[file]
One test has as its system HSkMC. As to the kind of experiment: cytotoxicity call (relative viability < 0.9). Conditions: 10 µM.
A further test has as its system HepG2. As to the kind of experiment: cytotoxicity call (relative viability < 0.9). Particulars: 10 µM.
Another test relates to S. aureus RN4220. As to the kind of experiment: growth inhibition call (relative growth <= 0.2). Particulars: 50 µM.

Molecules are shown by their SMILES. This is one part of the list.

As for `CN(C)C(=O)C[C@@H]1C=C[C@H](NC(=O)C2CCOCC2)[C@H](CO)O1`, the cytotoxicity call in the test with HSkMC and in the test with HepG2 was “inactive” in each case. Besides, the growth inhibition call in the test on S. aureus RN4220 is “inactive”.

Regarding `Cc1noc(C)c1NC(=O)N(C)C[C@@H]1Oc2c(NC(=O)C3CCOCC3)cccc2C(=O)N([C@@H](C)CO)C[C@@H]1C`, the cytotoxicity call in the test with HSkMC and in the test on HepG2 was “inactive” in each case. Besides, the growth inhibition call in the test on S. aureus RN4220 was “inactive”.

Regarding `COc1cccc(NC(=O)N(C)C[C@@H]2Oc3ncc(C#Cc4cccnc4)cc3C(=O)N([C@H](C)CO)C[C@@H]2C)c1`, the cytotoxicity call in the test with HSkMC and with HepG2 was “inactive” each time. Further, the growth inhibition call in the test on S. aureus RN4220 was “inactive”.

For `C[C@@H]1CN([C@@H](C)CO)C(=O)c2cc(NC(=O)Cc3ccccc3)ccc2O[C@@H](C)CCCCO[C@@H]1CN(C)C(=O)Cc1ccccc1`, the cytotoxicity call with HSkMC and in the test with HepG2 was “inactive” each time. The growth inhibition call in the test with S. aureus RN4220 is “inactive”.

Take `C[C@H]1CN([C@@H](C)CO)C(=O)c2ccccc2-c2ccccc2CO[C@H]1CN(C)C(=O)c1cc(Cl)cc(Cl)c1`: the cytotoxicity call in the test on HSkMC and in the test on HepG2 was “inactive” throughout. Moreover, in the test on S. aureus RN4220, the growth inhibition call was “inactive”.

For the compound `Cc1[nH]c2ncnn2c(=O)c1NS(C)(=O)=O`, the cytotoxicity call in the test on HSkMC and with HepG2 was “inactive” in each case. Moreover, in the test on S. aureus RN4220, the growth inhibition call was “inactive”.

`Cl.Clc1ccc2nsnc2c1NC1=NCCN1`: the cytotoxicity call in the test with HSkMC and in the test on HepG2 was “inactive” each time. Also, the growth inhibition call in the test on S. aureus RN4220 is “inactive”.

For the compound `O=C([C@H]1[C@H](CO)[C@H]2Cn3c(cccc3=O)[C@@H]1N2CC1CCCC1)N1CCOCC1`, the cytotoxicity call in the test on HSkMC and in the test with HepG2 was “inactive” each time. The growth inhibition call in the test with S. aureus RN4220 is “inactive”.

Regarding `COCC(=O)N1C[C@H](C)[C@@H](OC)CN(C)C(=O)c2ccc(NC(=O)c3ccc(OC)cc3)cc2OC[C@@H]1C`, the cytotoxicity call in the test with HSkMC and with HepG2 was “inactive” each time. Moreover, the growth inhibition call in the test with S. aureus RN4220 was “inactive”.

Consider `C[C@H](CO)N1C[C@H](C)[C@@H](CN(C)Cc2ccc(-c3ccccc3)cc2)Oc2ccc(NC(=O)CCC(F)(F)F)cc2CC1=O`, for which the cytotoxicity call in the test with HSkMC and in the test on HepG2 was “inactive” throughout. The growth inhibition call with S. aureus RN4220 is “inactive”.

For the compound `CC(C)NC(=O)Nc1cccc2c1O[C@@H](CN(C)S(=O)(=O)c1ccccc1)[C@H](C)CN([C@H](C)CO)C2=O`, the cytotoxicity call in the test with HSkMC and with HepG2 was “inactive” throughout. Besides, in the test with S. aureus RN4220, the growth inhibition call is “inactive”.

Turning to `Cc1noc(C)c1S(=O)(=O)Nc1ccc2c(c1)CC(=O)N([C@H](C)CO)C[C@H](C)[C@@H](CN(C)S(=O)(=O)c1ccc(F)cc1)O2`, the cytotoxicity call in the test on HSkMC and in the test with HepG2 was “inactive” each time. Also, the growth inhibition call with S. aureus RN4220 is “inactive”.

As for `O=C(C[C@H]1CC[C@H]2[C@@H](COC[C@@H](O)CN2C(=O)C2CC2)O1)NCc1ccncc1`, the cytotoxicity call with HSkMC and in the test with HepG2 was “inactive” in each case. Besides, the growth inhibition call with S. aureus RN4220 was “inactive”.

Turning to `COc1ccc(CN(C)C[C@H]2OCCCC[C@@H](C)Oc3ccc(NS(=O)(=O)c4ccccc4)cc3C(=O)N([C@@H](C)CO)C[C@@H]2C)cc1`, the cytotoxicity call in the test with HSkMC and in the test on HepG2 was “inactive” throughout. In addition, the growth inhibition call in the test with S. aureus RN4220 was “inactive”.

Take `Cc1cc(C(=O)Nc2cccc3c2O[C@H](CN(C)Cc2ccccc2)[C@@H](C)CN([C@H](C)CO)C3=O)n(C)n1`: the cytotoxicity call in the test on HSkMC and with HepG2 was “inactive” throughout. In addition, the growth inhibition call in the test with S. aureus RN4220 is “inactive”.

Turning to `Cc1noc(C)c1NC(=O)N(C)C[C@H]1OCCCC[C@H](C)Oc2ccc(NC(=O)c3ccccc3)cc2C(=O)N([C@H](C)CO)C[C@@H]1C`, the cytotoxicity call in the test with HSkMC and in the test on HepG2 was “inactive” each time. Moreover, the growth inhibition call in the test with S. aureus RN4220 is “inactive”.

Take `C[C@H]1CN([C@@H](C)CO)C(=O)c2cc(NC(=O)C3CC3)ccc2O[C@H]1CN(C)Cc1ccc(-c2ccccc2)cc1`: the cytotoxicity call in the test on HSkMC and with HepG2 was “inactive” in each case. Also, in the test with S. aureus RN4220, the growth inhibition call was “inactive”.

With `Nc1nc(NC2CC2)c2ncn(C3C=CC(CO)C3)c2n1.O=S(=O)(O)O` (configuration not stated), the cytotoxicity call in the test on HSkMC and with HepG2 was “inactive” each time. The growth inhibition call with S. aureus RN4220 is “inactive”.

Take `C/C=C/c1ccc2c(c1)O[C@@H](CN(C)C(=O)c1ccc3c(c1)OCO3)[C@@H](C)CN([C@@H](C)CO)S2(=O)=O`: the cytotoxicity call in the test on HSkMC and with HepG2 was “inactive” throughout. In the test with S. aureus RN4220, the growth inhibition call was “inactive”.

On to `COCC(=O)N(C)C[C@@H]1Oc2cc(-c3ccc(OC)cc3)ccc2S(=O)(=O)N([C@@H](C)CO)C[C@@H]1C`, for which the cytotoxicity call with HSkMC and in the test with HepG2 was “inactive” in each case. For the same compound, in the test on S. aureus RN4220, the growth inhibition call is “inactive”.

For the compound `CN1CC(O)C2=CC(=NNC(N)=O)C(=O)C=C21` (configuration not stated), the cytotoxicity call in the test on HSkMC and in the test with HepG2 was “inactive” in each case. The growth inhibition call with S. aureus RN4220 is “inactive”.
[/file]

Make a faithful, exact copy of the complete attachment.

One test has as its system HSkMC. As to the kind of experiment: cytotoxicity call (relative viability < 0.9). Conditions: 10 µM.
A further test has as its system HepG2. As to the kind of experiment: cytotoxicity call (relative viability < 0.9). Particulars: 10 µM.
Another test relates to S. aureus RN4220. As to the kind of experiment: growth inhibition call (relative growth <= 0.2). Particulars: 50 µM.

Molecules are shown by their SMILES. This is one part of the list.

As for `CN(C)C(=O)C[C@@H]1C=C[C@H](NC(=O)C2CCOCC2)[C@H](CO)O1`, the cytotoxicity call in the test with HSkMC and in the test with HepG2 was “inactive” in each case. Besides, the growth inhibition call in the test on S. aureus RN4220 is “inactive”.

Regarding `Cc1noc(C)c1NC(=O)N(C)C[C@@H]1Oc2c(NC(=O)C3CCOCC3)cccc2C(=O)N([C@@H](C)CO)C[C@@H]1C`, the cytotoxicity call in the test with HSkMC and in the test on HepG2 was “inactive” in each case. Besides, the growth inhibition call in the test on S. aureus RN4220 was “inactive”.

Regarding `COc1cccc(NC(=O)N(C)C[C@@H]2Oc3ncc(C#Cc4cccnc4)cc3C(=O)N([C@H](C)CO)C[C@@H]2C)c1`, the cytotoxicity call in the test with HSkMC and with HepG2 was “inactive” each time. Further, the growth inhibition call in the test on S. aureus RN4220 was “inactive”.

For `C[C@@H]1CN([C@@H](C)CO)C(=O)c2cc(NC(=O)Cc3ccccc3)ccc2O[C@@H](C)CCCCO[C@@H]1CN(C)C(=O)Cc1ccccc1`, the cytotoxicity call with HSkMC and in the test with HepG2 was “inactive” each time. The growth inhibition call in the test with S. aureus RN4220 is “inactive”.

Take `C[C@H]1CN([C@@H](C)CO)C(=O)c2ccccc2-c2ccccc2CO[C@H]1CN(C)C(=O)c1cc(Cl)cc(Cl)c1`: the cytotoxicity call in the test on HSkMC and in the test on HepG2 was “inactive” throughout. Moreover, in the test on S. aureus RN4220, the growth inhibition call was “inactive”.

For the compound `Cc1[nH]c2ncnn2c(=O)c1NS(C)(=O)=O`, the cytotoxicity call in the test on HSkMC and with HepG2 was “inactive” in each case. Moreover, in the test on S. aureus RN4220, the growth inhibition call was “inactive”.

`Cl.Clc1ccc2nsnc2c1NC1=NCCN1`: the cytotoxicity call in the test with HSkMC and in the test on HepG2 was “inactive” each time. Also, the growth inhibition call in the test on S. aureus RN4220 is “inactive”.

For the compound `O=C([C@H]1[C@H](CO)[C@H]2Cn3c(cccc3=O)[C@@H]1N2CC1CCCC1)N1CCOCC1`, the cytotoxicity call in the test on HSkMC and in the test with HepG2 was “inactive” each time. The growth inhibition call in the test with S. aureus RN4220 is “inactive”.

Regarding `COCC(=O)N1C[C@H](C)[C@@H](OC)CN(C)C(=O)c2ccc(NC(=O)c3ccc(OC)cc3)cc2OC[C@@H]1C`, the cytotoxicity call in the test with HSkMC and with HepG2 was “inactive” each time. Moreover, the growth inhibition call in the test with S. aureus RN4220 was “inactive”.

Consider `C[C@H](CO)N1C[C@H](C)[C@@H](CN(C)Cc2ccc(-c3ccccc3)cc2)Oc2ccc(NC(=O)CCC(F)(F)F)cc2CC1=O`, for which the cytotoxicity call in the test with HSkMC and in the test on HepG2 was “inactive” throughout. The growth inhibition call with S. aureus RN4220 is “inactive”.

For the compound `CC(C)NC(=O)Nc1cccc2c1O[C@@H](CN(C)S(=O)(=O)c1ccccc1)[C@H](C)CN([C@H](C)CO)C2=O`, the cytotoxicity call in the test with HSkMC and with HepG2 was “inactive” throughout. Besides, in the test with S. aureus RN4220, the growth inhibition call is “inactive”.

Turning to `Cc1noc(C)c1S(=O)(=O)Nc1ccc2c(c1)CC(=O)N([C@H](C)CO)C[C@H](C)[C@@H](CN(C)S(=O)(=O)c1ccc(F)cc1)O2`, the cytotoxicity call in the test on HSkMC and in the test with HepG2 was “inactive” each time. Also, the growth inhibition call with S. aureus RN4220 is “inactive”.

As for `O=C(C[C@H]1CC[C@H]2[C@@H](COC[C@@H](O)CN2C(=O)C2CC2)O1)NCc1ccncc1`, the cytotoxicity call with HSkMC and in the test with HepG2 was “inactive” in each case. Besides, the growth inhibition call with S. aureus RN4220 was “inactive”.

Turning to `COc1ccc(CN(C)C[C@H]2OCCCC[C@@H](C)Oc3ccc(NS(=O)(=O)c4ccccc4)cc3C(=O)N([C@@H](C)CO)C[C@@H]2C)cc1`, the cytotoxicity call in the test with HSkMC and in the test on HepG2 was “inactive” throughout. In addition, the growth inhibition call in the test with S. aureus RN4220 was “inactive”.

Take `Cc1cc(C(=O)Nc2cccc3c2O[C@H](CN(C)Cc2ccccc2)[C@@H](C)CN([C@H](C)CO)C3=O)n(C)n1`: the cytotoxicity call in the test on HSkMC and with HepG2 was “inactive” throughout. In addition, the growth inhibition call in the test with S. aureus RN4220 is “inactive”.

Turning to `Cc1noc(C)c1NC(=O)N(C)C[C@H]1OCCCC[C@H](C)Oc2ccc(NC(=O)c3ccccc3)cc2C(=O)N([C@H](C)CO)C[C@@H]1C`, the cytotoxicity call in the test with HSkMC and in the test on HepG2 was “inactive” each time. Moreover, the growth inhibition call in the test with S. aureus RN4220 is “inactive”.

Take `C[C@H]1CN([C@@H](C)CO)C(=O)c2cc(NC(=O)C3CC3)ccc2O[C@H]1CN(C)Cc1ccc(-c2ccccc2)cc1`: the cytotoxicity call in the test on HSkMC and with HepG2 was “inactive” in each case. Also, in the test with S. aureus RN4220, the growth inhibition call was “inactive”.

With `Nc1nc(NC2CC2)c2ncn(C3C=CC(CO)C3)c2n1.O=S(=O)(O)O` (configuration not stated), the cytotoxicity call in the test on HSkMC and with HepG2 was “inactive” each time. The growth inhibition call with S. aureus RN4220 is “inactive”.

Take `C/C=C/c1ccc2c(c1)O[C@@H](CN(C)C(=O)c1ccc3c(c1)OCO3)[C@@H](C)CN([C@@H](C)CO)S2(=O)=O`: the cytotoxicity call in the test on HSkMC and with HepG2 was “inactive” throughout. In the test with S. aureus RN4220, the growth inhibition call was “inactive”.

On to `COCC(=O)N(C)C[C@@H]1Oc2cc(-c3ccc(OC)cc3)ccc2S(=O)(=O)N([C@@H](C)CO)C[C@@H]1C`, for which the cytotoxicity call with HSkMC and in the test with HepG2 was “inactive” in each case. For the same compound, in the test on S. aureus RN4220, the growth inhibition call is “inactive”.

For the compound `CN1CC(O)C2=CC(=NNC(N)=O)C(=O)C=C21` (configuration not stated), the cytotoxicity call in the test on HSkMC and in the test with HepG2 was “inactive” in each case. The growth inhibition call with S. aureus RN4220 is “inactive”.